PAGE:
National Football League Division Four final
Antrim v Leitrim
Sunday, Parnell Park, 2pm
By Michael McMullan
ALL-IRELAND junior champions Antrim go in search of more silverware this weekend with a fresh face in the opposition corner after Leitrim saw off the Saffrons’ Ulster rivals Fermanagh to book a spot in Sunday’s league decider.
In recent times, anytime Antrim headed for the business end it was Fermanagh who met them head on.
Leitrim led the Erne girls by three points in extra time, and Blaithin Bogue’s point wasn’t enough to save the Ulster side from a 1-12 to 1-10 defeat.
“It is fresher and we don’t know what Leitrim are going to bring and that brings its own challenges in itself. We just want to win and to beat whoever is put in front of us,” said Antrim captain Cathy Carey and the recent Ulster Championship launch.
Getting out of Division Four is a target after moving up the championship ladder after their All-Ireland Junior replay win over Fermanagh last year.
“It was massive and has been a target since 2012 to get back and to win it,” Carey said. “It has given the county a massive lift with the media coverage for the kids and they are all dying to go to matches now.”
Standing in the spacious hall at Armagh’s Palace Stables, the Moneyglass and Antrim star speaks with calmness.
With almost three weeks to prepare for Sunday’s showdown, there is a chance to ease off before getting revved back up again.
As fulcrum of the Antrim attack for the entirety of her career, Carey is well-placed to reflect on the past and there the county needs to get to.
The county’s social media channels churning out of all things Ladies football is matched with the enthusiasm manager Emma Kelly radiates.
“I played with Emma,” Carey said. “She is mad about Ladies football and mad about trying to progress the game in Antrim. To have somebody like that who is invested in it, you need that and all the way across the board.”
The county’s underage structures are improving. Clubs are popping up and Carey hopes the short-term enthusiasm snowballs. An uphill trajectory over the next decade is where ambition rests.
Leitrim is now. The Ulster Championship is next. The big picture beyond is the All-Ireland series at intermediate level.
The management team of Kelly and Kayla Treanor have made a difference in the recent past. The continuity and success has filtered into the playing side of things.
“We have kept the majority of our panel,” Carey said of one of the plus points this season. “It’s probably easier because the girls are used to each other and we got back into training before Christmas.”
The step up later in the year demanded more focus on strength and conditioning.
“It is even the gap between your last National League game and the first game in Ulster, girls would’ve fell away at that point so you were maybe bringing more girls in,” Carey said of the greater stability now. When you’re in, you’re in.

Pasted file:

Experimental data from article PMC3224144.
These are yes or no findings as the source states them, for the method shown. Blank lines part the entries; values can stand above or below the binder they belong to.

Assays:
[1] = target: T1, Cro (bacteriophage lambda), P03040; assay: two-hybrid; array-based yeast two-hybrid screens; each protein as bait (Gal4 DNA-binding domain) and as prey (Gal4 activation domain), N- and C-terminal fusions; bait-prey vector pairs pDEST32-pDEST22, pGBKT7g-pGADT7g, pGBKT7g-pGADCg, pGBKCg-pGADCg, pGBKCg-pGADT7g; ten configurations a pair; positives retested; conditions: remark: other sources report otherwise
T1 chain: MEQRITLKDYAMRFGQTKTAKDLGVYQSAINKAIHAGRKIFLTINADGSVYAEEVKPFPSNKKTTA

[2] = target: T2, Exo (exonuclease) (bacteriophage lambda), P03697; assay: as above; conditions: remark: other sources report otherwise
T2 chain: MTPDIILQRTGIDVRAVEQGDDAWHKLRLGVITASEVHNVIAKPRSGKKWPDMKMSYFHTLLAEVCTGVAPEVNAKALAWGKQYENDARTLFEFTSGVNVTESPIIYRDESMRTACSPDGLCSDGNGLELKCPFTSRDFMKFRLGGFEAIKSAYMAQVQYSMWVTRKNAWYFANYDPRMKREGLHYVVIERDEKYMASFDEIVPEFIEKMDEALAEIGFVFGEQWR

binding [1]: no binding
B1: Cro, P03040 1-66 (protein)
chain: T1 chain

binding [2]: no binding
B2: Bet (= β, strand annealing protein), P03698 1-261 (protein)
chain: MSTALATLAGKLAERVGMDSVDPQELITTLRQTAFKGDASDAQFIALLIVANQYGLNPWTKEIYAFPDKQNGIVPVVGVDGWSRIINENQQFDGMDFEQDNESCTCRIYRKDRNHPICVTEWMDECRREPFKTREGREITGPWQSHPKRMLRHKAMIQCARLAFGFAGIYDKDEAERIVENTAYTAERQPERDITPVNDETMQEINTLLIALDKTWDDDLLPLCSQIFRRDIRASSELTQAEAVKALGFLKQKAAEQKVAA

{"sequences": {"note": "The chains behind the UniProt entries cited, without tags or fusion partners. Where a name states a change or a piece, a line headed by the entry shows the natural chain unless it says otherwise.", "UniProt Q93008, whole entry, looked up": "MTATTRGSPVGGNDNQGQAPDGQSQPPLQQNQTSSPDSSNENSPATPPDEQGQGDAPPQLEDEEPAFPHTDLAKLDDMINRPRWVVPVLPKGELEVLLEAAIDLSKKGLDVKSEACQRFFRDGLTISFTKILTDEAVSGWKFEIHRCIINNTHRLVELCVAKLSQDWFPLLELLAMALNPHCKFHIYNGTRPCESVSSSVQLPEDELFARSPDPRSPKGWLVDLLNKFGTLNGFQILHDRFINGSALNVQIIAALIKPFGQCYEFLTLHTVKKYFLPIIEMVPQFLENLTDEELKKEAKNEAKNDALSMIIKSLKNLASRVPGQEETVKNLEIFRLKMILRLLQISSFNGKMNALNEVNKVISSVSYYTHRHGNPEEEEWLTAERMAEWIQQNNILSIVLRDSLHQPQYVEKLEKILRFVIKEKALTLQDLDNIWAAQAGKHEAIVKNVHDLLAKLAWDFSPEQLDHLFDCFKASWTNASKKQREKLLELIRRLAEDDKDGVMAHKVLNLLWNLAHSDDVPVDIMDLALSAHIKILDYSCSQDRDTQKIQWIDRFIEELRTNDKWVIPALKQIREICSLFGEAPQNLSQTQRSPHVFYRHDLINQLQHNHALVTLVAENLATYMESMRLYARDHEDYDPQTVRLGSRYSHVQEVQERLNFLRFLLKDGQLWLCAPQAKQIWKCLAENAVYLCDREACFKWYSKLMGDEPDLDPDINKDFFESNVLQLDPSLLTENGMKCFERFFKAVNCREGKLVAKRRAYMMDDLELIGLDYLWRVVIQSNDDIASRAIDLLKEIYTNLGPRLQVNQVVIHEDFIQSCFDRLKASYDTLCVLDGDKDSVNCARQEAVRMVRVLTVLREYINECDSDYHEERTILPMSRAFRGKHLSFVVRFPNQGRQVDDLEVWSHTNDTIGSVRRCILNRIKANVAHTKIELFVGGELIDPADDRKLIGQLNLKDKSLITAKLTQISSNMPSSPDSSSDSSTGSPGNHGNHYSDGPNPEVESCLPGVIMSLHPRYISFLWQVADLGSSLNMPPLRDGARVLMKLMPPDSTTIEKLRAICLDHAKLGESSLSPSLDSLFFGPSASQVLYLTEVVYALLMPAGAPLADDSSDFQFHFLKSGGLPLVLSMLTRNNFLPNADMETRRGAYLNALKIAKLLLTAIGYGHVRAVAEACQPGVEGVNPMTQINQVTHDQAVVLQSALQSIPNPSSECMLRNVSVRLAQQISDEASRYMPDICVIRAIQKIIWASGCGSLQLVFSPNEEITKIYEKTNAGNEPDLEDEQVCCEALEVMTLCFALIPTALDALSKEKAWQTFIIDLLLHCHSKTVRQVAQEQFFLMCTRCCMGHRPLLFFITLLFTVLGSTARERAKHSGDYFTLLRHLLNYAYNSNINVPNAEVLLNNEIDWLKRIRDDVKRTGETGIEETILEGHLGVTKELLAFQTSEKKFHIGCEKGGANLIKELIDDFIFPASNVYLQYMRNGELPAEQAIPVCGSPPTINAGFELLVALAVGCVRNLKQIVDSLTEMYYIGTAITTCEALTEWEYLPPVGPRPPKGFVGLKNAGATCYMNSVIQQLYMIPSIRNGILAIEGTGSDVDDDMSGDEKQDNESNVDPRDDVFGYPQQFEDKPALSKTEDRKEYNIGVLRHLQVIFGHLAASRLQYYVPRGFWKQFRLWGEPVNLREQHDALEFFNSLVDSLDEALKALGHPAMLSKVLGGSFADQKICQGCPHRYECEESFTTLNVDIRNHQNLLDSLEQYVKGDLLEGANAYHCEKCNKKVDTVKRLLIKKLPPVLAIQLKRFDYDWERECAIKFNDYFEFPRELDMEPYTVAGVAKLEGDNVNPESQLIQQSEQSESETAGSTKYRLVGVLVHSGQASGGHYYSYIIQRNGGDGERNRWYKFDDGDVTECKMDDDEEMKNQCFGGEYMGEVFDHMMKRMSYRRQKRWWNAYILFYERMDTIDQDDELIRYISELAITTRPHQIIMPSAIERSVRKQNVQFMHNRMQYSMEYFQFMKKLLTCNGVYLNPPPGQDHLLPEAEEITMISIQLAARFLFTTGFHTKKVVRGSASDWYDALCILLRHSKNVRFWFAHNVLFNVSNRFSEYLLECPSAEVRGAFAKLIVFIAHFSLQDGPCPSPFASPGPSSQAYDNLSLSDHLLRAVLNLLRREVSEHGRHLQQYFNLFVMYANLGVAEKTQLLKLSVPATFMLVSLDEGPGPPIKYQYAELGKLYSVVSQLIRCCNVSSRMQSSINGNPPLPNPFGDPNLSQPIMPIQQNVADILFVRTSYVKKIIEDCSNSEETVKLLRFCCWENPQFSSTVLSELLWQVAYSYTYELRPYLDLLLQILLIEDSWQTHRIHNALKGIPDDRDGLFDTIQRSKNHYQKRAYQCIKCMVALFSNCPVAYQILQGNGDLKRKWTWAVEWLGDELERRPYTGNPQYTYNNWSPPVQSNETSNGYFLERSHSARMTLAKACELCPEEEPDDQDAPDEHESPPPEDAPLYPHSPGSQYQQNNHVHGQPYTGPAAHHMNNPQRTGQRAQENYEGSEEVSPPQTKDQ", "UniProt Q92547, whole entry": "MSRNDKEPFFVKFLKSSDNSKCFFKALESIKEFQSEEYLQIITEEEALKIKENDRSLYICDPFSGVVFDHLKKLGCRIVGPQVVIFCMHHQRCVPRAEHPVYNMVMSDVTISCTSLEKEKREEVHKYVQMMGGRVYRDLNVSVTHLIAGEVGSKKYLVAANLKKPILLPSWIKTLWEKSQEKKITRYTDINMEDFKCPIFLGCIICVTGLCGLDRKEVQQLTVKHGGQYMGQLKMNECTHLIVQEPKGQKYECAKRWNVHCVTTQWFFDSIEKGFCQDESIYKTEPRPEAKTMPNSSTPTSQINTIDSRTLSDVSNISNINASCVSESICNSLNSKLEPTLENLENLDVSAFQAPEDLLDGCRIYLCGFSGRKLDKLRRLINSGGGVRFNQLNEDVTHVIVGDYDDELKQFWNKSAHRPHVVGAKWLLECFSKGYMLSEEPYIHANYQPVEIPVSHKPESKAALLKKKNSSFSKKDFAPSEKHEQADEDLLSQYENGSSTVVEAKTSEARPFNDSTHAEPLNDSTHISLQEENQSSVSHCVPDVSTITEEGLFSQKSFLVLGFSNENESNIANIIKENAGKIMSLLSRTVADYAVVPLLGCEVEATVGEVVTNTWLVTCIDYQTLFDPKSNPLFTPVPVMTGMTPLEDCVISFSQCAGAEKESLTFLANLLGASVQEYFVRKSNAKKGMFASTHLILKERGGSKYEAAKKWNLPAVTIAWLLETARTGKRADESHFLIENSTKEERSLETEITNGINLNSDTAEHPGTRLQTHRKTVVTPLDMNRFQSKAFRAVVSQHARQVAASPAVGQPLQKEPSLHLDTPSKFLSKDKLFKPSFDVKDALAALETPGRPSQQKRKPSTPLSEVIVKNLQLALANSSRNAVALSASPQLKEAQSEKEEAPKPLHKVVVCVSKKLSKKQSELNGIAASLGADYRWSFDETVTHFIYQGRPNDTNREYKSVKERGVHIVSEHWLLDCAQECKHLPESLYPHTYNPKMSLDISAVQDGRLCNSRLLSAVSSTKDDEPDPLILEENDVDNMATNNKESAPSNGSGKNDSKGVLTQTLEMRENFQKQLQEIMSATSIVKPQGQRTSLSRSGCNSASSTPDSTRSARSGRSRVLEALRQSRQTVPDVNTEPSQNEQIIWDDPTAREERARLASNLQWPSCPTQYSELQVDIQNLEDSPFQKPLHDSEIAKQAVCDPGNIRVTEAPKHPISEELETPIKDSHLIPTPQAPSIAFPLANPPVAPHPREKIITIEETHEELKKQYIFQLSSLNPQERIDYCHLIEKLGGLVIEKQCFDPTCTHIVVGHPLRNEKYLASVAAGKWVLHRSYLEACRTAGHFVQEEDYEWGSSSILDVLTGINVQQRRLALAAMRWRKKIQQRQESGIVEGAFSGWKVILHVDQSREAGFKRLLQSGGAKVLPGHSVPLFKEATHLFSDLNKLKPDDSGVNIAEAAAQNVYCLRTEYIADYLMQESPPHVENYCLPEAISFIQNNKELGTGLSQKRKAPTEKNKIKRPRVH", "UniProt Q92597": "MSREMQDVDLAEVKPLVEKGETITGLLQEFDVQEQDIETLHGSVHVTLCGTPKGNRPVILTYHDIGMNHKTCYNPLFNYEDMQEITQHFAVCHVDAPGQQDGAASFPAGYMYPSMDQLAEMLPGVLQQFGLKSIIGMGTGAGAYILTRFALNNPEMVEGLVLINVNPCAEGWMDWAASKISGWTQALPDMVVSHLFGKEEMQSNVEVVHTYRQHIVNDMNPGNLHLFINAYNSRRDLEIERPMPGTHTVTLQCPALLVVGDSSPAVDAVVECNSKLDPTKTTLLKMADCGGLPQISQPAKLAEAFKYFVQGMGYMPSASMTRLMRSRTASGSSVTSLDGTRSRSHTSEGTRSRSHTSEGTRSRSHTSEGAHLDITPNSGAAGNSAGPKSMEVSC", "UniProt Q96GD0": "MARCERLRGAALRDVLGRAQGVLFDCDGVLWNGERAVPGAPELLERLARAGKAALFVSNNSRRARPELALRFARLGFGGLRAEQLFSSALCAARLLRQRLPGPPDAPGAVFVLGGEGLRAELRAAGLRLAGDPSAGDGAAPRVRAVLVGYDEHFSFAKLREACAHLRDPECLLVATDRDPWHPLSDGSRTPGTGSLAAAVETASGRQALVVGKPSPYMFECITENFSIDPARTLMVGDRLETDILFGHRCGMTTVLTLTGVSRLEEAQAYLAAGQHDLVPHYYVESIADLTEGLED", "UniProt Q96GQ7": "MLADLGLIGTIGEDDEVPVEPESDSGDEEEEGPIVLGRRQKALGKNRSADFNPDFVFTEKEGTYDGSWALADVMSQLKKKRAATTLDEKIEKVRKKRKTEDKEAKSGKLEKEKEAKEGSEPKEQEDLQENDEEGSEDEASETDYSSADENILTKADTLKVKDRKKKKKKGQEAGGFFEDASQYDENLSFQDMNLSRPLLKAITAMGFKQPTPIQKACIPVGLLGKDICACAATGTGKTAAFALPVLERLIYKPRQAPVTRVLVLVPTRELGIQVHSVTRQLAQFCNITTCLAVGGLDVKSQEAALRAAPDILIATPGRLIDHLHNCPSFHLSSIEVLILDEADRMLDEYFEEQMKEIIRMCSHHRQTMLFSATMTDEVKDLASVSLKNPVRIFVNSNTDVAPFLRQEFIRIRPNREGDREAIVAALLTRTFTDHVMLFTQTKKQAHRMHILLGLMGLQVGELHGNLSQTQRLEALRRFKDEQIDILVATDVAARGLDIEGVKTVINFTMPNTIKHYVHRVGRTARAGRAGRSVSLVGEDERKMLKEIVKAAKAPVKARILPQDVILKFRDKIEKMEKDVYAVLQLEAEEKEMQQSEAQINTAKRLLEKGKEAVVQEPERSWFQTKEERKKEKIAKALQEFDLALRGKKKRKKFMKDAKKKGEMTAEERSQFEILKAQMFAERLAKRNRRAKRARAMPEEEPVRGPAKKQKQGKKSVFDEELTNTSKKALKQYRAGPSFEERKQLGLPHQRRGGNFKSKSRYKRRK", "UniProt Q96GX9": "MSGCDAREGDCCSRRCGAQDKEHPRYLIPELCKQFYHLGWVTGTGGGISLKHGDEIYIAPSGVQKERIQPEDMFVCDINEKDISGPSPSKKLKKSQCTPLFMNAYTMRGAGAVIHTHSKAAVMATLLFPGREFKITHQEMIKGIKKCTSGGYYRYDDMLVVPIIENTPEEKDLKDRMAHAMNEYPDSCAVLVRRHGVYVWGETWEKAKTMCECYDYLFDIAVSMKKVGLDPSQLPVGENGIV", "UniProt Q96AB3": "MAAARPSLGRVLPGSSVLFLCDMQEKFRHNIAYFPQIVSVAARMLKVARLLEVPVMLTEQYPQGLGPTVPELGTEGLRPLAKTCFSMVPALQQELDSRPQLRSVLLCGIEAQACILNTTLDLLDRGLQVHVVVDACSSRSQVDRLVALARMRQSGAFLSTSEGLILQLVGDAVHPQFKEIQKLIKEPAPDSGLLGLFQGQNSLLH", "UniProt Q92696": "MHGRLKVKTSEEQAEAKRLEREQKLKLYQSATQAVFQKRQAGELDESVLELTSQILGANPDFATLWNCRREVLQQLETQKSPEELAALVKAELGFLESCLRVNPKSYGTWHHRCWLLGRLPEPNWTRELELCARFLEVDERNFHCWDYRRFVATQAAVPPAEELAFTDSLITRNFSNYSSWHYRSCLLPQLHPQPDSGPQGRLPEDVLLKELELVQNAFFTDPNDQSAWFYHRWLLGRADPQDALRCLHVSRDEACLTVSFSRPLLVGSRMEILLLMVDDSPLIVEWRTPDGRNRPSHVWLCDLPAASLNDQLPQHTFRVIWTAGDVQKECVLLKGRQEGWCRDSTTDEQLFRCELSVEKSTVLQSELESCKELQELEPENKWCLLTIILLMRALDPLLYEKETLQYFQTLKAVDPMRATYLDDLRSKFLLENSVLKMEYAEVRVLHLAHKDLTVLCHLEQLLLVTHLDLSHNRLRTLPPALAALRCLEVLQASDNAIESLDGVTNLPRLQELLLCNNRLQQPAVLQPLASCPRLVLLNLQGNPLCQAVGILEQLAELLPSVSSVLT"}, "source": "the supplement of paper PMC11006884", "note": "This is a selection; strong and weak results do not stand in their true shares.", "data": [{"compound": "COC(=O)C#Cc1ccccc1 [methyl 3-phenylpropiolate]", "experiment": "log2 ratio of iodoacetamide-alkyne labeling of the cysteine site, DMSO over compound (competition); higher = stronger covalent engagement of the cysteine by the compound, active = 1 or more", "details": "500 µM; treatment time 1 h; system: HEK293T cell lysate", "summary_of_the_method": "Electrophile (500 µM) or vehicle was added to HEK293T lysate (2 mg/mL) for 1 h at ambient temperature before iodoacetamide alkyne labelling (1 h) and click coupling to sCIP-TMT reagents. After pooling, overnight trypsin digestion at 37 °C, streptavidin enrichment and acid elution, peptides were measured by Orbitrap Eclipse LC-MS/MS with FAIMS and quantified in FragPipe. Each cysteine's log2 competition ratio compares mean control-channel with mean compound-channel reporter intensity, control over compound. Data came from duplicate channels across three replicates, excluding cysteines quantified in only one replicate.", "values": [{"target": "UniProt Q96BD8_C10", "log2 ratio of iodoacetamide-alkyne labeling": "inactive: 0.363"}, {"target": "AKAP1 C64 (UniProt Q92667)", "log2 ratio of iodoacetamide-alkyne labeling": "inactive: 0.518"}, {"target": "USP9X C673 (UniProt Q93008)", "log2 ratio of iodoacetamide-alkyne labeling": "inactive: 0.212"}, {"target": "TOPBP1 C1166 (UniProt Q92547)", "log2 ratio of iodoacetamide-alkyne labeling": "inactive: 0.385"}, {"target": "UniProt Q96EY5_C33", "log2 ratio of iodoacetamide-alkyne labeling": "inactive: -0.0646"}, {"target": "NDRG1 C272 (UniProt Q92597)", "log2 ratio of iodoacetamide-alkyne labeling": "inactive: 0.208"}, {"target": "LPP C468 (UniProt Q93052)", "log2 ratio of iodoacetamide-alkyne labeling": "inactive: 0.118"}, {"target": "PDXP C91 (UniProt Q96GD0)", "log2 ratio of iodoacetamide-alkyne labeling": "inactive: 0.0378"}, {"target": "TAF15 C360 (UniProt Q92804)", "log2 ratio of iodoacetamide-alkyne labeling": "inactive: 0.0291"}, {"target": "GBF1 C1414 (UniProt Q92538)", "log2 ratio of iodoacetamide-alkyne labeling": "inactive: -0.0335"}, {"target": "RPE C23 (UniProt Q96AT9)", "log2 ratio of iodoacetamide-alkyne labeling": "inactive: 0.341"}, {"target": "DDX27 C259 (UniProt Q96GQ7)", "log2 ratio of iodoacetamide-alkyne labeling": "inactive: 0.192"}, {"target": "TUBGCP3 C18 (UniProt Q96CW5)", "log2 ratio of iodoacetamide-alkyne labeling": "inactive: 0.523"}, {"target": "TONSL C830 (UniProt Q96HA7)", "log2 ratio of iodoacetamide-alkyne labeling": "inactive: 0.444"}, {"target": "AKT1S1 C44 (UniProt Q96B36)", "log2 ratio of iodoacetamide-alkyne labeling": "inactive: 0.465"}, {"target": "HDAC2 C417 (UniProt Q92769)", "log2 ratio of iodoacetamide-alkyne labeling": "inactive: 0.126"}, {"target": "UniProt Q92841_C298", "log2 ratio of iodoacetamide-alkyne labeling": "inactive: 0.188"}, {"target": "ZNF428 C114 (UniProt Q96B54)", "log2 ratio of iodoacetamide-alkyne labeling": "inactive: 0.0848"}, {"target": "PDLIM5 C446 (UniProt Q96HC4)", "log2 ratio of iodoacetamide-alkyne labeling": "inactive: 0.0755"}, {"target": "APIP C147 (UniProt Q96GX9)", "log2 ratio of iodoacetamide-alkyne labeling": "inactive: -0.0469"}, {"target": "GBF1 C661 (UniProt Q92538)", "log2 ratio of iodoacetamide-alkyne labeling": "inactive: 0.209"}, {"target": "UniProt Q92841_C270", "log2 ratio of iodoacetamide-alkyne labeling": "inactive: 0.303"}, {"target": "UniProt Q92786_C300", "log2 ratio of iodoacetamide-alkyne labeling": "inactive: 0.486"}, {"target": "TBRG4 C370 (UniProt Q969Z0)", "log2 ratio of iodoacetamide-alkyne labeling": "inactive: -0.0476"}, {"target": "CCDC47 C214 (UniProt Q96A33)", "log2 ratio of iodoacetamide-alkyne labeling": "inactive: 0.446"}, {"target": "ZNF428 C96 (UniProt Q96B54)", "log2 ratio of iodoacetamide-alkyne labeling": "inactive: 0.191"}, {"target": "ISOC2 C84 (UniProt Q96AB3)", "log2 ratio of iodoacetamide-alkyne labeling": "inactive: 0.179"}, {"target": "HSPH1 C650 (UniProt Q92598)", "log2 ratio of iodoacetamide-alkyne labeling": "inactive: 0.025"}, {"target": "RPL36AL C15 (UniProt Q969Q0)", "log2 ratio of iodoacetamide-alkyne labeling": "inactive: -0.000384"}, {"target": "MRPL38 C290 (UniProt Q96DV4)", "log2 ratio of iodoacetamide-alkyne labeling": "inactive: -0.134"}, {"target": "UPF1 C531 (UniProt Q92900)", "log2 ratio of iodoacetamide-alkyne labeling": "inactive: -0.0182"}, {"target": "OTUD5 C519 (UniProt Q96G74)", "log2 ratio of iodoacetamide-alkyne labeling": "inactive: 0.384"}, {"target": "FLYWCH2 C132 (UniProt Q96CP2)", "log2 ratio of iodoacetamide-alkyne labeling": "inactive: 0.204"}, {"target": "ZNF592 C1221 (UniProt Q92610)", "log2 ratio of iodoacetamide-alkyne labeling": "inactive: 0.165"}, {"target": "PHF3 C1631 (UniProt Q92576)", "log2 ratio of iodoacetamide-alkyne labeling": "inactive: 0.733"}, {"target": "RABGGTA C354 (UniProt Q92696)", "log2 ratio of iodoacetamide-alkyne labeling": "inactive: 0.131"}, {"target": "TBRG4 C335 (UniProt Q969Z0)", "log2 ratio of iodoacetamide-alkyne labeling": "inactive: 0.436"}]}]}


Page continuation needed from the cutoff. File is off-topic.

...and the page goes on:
It will get another boost this weekend if they are able to finish the job against Leitrim on Sunday. For Carey, their lay-off was all about building up the momentum again.
What does the road after Sunday look like for Antrim? The answer is as simple as it is obvious. It’s about pushing as hard as they can possibly push. They can’t run away, they#ve invested too much. Carey wants Antrim to keep looking up.
“We wanted to get here so it is up to us to pit ourselves against better teams and work hard,” she said.
“We have to go out with the attitude of trying to win games and not worrying about the fact that we are up a grade.
“We will take it a game at a time and see how we get on with the Intermediate Championship. The main thing would be try and win whatever games are in front of us and make sure we stay up intermediate and if we win it, we win it…happy days.”
Staying up has to be Antrim’s championship bread and butter. They need the days out against different teams and stepping out of their comfort zone. It will bring more games.
“The county needs it and the underage needs it so they see themselves as playing the teams at intermediate level and hopefully senior football is somewhere closer than we ever thought it would be,” Carey said.
Now we have it, a leader who is thinking of where the county needs to get to. Welcome to planet ambition.
“I am the oldest by a fair wee bit and there are a few in between,” Carey said, before lifting the lid on what the next generation bring.
“The youth, they push you on and they add that bit of fearlessness and haven’t been through what the older players have been through, some really tough years.
“They are coming in fresh and enthusiastic to play football and that makes us want to push on a bit more
“You need those players coming in year in and year out because there is always going to be a handful of older players and it adds a competitive side to it.”
Moneyglass pushed Donaghmoyne all the way on Ulster senior final day. It was nearly the perfect end to a year that saw them annex every title possible to win at all ages.
It was like St Paul’s before them, Carey offers. She speakso of a club scene that feeds into the county’s ambition
“The more players you can get out the better, it increases the standard all around,” she said, looking back on the excitement last summer’s county run generated.
Clubs booking buses for games, lit up by colour and energy. When the victory cavalcade finished up in Glenravel, the All-Ireland magic was still in the air. Photos and autographs were the order of the day.
“It is great to see so many girls playing football for the county and they are great role models for girls in the club, they are hard to beat to have female role models for girls rather than just men,” Carey concluded.
A title on Sunday would help, but Leitrim will have other ideas. Two into one doesn’t go and Antrim till be hoping to squeeze through to Division Three. It would be another mark of progress.